The town of Claysville is a quiet place, and not entirely like other towns. People born and raised there, tend never to stay away for long, no one ever seems to get sick or addicted to anything, and they have strange funeral practices, where the bodies of the Claysville dead have to be buried within the town limits, and interred within 48 hours of death. Rebekkah Barrow's grandmother, Maylene, went to every funeral, drank three sips from a tiny silver flask with whisky and holy water, and bad the dead to "Sleep well and stay where I put you." She would also visit the graves of the recently dead, tending to their plots and pouring offerings of tea or whisky.
Rebekkah has been staying away from Claysville for a long time, running from the strange pull she always feels to return to the town, and her feelings for Byron, her dead stepsister's boyfriend. Now her grandmother has been murdered in a savage attack, and she has no choice but to return. She soon finds out that there are reasons why the residents of Claysville stay healthy, but rarely leave town, why her grandmother performed the same ritual at every funeral, and why she can't stop longing for Byron, whether she feels guilty about her dead sister or not. Rebekkah has to take over Maylene's duties as Graveminder, or the entire town could be in terrible danger.
I have yet to read the two final books in Melissa Marr's young adult Wicked Lovely series, since the third book didn't grab me all that much, and there always seem to be so many other shiny and interesting books out there. Having read the blurb for Graveminder, her first book for adults, I was intrigued, and once I started reading, I was reluctant to put the book down again (curse work and social commitments!). The story shifts in perspective from Maylene in the prologue, to Rebekkah and Byron and occasionally other town residents, and slowly the mystery of Claysville and Maylene's death unravels. The town founders made a bargain a long time ago, and it's very satisfying to discover just what the bargain entails, and how it came to pass, even while one feels very sympathetic towards Rebekkah and Byron and the enormous burdens that are placed upon them as a result of this bargain.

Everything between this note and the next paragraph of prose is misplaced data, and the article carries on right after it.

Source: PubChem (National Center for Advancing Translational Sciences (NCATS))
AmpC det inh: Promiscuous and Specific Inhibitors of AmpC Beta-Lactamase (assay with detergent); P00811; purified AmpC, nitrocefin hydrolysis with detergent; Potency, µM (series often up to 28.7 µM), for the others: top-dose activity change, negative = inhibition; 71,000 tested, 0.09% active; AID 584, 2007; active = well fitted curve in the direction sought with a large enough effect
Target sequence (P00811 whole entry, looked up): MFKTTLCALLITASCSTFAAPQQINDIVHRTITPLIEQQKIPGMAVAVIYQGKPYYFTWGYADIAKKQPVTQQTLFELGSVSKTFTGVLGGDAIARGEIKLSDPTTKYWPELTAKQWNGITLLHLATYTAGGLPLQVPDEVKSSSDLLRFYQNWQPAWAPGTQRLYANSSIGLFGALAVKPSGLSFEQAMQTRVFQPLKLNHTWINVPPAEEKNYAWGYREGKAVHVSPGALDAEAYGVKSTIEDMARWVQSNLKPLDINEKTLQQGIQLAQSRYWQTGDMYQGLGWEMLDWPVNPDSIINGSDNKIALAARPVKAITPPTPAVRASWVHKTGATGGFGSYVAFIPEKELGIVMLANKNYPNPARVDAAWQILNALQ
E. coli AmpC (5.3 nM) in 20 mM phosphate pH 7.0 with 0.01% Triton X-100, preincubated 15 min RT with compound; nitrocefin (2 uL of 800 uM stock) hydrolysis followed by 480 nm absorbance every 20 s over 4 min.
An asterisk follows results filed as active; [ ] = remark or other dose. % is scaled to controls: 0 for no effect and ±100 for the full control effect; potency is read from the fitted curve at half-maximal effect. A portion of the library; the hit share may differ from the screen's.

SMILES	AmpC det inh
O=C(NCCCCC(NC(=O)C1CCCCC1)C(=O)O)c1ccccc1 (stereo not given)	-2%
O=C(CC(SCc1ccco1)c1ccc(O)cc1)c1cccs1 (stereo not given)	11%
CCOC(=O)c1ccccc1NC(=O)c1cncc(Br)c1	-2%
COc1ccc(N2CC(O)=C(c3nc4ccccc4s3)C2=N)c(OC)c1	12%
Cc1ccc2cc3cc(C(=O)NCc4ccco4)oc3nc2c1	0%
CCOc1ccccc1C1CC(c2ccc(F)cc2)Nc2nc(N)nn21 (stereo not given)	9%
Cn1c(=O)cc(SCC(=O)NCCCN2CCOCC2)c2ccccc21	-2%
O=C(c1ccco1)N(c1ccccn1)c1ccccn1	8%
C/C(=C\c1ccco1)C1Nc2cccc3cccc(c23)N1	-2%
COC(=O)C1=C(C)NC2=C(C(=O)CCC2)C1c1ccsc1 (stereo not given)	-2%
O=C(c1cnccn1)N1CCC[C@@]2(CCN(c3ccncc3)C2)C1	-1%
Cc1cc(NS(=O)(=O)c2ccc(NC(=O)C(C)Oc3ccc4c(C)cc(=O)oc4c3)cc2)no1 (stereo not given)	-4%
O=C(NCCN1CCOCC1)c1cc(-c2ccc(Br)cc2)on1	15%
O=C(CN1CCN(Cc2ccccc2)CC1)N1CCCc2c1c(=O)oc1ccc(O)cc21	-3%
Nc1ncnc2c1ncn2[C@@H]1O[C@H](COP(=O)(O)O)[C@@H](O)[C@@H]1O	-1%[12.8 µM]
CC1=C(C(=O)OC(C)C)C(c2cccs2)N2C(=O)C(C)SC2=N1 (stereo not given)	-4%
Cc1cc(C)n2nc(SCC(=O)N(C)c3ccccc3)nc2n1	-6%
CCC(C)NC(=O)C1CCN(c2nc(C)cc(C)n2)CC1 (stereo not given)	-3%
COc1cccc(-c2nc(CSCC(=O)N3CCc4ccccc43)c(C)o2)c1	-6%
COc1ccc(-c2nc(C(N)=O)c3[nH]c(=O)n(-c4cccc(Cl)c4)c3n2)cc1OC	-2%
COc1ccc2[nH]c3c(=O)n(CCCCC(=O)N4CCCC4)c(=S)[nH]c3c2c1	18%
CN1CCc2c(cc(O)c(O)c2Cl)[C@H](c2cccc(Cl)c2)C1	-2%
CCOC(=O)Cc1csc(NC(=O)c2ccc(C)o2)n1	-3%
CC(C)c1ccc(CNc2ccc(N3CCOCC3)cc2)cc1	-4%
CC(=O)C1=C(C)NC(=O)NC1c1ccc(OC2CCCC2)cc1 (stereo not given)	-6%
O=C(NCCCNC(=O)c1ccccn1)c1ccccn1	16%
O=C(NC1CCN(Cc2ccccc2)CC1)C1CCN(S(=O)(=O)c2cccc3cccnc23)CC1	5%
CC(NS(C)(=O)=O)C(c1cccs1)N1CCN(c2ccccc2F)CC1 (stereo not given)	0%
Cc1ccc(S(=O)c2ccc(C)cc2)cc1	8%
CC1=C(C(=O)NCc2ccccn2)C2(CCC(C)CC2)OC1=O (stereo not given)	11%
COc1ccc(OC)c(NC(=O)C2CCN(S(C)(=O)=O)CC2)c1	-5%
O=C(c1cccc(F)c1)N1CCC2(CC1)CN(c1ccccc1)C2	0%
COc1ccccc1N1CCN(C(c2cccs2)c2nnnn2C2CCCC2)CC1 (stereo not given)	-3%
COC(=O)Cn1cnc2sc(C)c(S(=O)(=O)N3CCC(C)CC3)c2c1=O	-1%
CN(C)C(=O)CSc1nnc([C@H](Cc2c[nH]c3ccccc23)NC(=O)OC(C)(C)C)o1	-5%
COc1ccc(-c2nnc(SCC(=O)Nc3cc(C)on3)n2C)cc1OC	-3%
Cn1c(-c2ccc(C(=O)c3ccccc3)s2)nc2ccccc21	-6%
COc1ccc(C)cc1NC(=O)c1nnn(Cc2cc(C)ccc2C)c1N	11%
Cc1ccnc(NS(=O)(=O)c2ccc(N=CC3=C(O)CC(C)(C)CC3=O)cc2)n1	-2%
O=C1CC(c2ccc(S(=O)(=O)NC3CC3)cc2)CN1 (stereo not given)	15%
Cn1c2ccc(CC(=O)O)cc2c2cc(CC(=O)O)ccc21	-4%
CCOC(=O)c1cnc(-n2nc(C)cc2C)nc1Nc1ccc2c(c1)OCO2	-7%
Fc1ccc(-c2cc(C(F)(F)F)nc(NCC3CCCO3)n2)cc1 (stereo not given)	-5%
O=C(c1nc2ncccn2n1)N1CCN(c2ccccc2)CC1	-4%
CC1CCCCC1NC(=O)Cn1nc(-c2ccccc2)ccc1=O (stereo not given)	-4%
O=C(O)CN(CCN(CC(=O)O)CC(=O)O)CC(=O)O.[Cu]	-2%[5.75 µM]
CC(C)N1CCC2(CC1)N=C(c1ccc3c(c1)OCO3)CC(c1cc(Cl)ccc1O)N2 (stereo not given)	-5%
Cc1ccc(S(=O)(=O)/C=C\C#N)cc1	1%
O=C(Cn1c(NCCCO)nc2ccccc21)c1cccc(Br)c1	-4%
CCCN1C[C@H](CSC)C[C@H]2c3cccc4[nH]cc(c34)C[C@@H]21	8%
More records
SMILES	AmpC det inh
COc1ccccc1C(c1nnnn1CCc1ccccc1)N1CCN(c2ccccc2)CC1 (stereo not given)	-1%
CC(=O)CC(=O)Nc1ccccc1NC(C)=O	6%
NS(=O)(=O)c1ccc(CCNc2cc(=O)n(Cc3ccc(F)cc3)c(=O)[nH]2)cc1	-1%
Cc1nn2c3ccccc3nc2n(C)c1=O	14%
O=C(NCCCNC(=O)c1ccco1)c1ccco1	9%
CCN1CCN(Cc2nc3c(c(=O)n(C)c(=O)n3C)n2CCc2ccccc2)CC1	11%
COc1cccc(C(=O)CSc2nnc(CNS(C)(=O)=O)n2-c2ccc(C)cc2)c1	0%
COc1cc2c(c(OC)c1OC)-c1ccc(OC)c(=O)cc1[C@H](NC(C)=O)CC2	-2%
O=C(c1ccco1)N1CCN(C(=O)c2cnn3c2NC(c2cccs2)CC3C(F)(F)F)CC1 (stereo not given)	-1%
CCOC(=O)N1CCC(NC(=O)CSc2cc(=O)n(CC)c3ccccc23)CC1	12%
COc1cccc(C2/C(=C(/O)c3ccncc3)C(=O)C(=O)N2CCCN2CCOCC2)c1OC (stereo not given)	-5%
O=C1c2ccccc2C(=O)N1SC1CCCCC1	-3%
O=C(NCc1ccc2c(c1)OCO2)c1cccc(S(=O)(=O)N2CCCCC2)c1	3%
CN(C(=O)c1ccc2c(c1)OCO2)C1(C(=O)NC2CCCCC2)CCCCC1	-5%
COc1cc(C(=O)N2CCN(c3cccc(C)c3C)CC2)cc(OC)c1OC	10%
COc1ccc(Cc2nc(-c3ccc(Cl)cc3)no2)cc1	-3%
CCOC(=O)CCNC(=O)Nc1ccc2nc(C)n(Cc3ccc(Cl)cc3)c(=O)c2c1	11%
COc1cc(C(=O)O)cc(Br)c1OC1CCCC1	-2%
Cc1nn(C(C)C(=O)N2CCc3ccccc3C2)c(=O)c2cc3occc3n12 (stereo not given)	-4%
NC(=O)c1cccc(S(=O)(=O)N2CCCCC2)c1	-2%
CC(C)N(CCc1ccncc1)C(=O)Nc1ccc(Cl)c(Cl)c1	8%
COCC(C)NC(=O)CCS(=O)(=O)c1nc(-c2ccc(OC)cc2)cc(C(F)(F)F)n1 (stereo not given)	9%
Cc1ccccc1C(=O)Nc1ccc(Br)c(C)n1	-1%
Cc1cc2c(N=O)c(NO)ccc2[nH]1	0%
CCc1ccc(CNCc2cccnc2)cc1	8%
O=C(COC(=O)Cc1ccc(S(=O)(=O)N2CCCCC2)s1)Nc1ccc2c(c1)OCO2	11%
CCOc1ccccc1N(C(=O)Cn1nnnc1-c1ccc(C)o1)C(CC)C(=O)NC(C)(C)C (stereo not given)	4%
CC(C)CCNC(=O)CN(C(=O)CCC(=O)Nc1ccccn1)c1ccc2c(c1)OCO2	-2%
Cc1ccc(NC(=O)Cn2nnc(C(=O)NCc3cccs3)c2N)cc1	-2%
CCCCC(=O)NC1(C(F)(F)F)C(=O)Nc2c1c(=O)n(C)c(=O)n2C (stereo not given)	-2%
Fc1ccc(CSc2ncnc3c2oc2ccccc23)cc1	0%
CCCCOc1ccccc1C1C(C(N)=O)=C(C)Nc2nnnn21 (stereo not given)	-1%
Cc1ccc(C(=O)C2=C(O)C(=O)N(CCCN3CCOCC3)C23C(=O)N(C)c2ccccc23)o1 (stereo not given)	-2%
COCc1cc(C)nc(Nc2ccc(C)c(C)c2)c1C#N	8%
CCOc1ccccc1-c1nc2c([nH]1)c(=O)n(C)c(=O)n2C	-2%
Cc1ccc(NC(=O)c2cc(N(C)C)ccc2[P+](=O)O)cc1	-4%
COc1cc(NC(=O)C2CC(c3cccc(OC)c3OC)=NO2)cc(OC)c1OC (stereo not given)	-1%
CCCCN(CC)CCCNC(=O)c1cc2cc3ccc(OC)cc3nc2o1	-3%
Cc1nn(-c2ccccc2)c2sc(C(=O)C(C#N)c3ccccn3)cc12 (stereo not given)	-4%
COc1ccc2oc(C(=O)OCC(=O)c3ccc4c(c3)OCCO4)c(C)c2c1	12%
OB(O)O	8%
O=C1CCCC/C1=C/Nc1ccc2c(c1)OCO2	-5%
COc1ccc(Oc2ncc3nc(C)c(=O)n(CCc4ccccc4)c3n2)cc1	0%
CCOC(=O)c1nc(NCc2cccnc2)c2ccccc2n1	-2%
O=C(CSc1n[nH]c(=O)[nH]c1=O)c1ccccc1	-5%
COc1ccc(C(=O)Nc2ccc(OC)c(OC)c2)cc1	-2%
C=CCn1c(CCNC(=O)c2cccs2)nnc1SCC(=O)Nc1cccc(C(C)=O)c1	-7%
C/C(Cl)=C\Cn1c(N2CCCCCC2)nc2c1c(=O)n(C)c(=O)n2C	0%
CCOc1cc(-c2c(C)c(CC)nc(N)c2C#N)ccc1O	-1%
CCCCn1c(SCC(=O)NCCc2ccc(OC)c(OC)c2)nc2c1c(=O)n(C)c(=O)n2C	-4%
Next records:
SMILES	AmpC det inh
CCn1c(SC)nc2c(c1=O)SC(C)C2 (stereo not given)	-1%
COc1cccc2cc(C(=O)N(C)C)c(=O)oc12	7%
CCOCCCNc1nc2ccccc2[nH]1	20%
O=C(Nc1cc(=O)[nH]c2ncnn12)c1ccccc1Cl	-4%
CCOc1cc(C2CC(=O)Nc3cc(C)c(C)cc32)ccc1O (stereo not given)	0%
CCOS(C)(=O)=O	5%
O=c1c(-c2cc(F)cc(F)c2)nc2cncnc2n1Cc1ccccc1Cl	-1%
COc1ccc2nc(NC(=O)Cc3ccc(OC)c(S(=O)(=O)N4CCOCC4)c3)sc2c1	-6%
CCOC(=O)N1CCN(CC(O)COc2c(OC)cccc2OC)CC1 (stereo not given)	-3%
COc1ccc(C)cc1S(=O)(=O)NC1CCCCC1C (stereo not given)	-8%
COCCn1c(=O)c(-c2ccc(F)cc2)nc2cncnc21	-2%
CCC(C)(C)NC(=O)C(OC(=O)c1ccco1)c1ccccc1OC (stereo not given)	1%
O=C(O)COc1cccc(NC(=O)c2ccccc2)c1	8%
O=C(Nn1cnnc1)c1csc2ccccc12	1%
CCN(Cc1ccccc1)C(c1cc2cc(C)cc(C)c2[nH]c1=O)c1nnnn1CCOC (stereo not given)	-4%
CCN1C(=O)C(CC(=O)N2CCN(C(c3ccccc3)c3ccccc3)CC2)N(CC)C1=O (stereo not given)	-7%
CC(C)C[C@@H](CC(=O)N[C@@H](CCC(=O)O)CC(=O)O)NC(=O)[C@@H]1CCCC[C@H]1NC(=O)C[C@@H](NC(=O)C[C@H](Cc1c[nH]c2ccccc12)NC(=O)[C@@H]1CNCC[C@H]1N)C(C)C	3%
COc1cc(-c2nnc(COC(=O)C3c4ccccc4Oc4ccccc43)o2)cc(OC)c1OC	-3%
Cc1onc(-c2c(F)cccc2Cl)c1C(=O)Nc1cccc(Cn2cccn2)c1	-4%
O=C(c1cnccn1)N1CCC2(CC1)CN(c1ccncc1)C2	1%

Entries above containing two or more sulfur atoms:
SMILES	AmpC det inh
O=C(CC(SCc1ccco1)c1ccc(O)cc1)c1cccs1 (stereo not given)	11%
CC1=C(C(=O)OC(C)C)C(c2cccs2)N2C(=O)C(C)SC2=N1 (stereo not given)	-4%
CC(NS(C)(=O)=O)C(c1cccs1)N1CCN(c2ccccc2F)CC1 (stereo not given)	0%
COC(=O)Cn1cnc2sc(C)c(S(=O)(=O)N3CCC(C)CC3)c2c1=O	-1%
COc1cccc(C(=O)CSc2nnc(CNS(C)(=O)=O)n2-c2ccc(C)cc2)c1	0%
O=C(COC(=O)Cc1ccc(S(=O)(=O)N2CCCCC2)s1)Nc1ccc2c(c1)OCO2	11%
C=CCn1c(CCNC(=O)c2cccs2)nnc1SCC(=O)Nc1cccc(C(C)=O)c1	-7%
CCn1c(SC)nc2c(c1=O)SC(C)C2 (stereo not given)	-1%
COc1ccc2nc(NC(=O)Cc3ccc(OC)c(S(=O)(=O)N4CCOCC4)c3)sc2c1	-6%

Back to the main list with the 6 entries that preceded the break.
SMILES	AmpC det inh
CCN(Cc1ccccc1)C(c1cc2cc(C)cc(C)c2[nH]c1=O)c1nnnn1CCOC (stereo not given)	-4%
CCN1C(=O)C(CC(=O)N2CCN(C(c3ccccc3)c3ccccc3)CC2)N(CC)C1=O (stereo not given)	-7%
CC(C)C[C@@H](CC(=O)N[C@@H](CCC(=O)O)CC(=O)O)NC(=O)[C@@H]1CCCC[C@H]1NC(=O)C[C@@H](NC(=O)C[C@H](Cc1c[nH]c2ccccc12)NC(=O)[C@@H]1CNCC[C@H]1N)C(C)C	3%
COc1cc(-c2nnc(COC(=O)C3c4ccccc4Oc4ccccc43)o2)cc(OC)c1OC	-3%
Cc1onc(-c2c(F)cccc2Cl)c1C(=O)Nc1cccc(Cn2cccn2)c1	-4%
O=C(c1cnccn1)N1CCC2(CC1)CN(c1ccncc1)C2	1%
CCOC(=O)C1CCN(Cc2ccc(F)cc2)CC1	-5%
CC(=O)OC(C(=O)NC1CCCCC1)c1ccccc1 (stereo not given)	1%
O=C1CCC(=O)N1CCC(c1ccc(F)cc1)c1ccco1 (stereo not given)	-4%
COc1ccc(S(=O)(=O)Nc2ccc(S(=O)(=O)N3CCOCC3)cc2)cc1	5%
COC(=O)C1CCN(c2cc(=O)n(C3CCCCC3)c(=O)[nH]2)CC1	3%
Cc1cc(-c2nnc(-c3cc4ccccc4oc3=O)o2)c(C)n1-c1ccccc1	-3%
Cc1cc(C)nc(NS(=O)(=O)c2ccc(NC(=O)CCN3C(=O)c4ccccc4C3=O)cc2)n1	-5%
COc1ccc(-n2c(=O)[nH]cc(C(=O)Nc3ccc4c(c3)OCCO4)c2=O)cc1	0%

I would classify this as a paranormal mystery/fantasy rather than a romance, although there is definately romantic tension between the two protagonists, and their relationship develops in a very natural and satisfying way as well. I read on Marr's website that there'll be a short story about one of the more fascinating supporting characters in the book coming out in July, and that she also plans to write a sequel next year. As I'm quite hooked on the world that she's created, I will be eagerly anticipating both.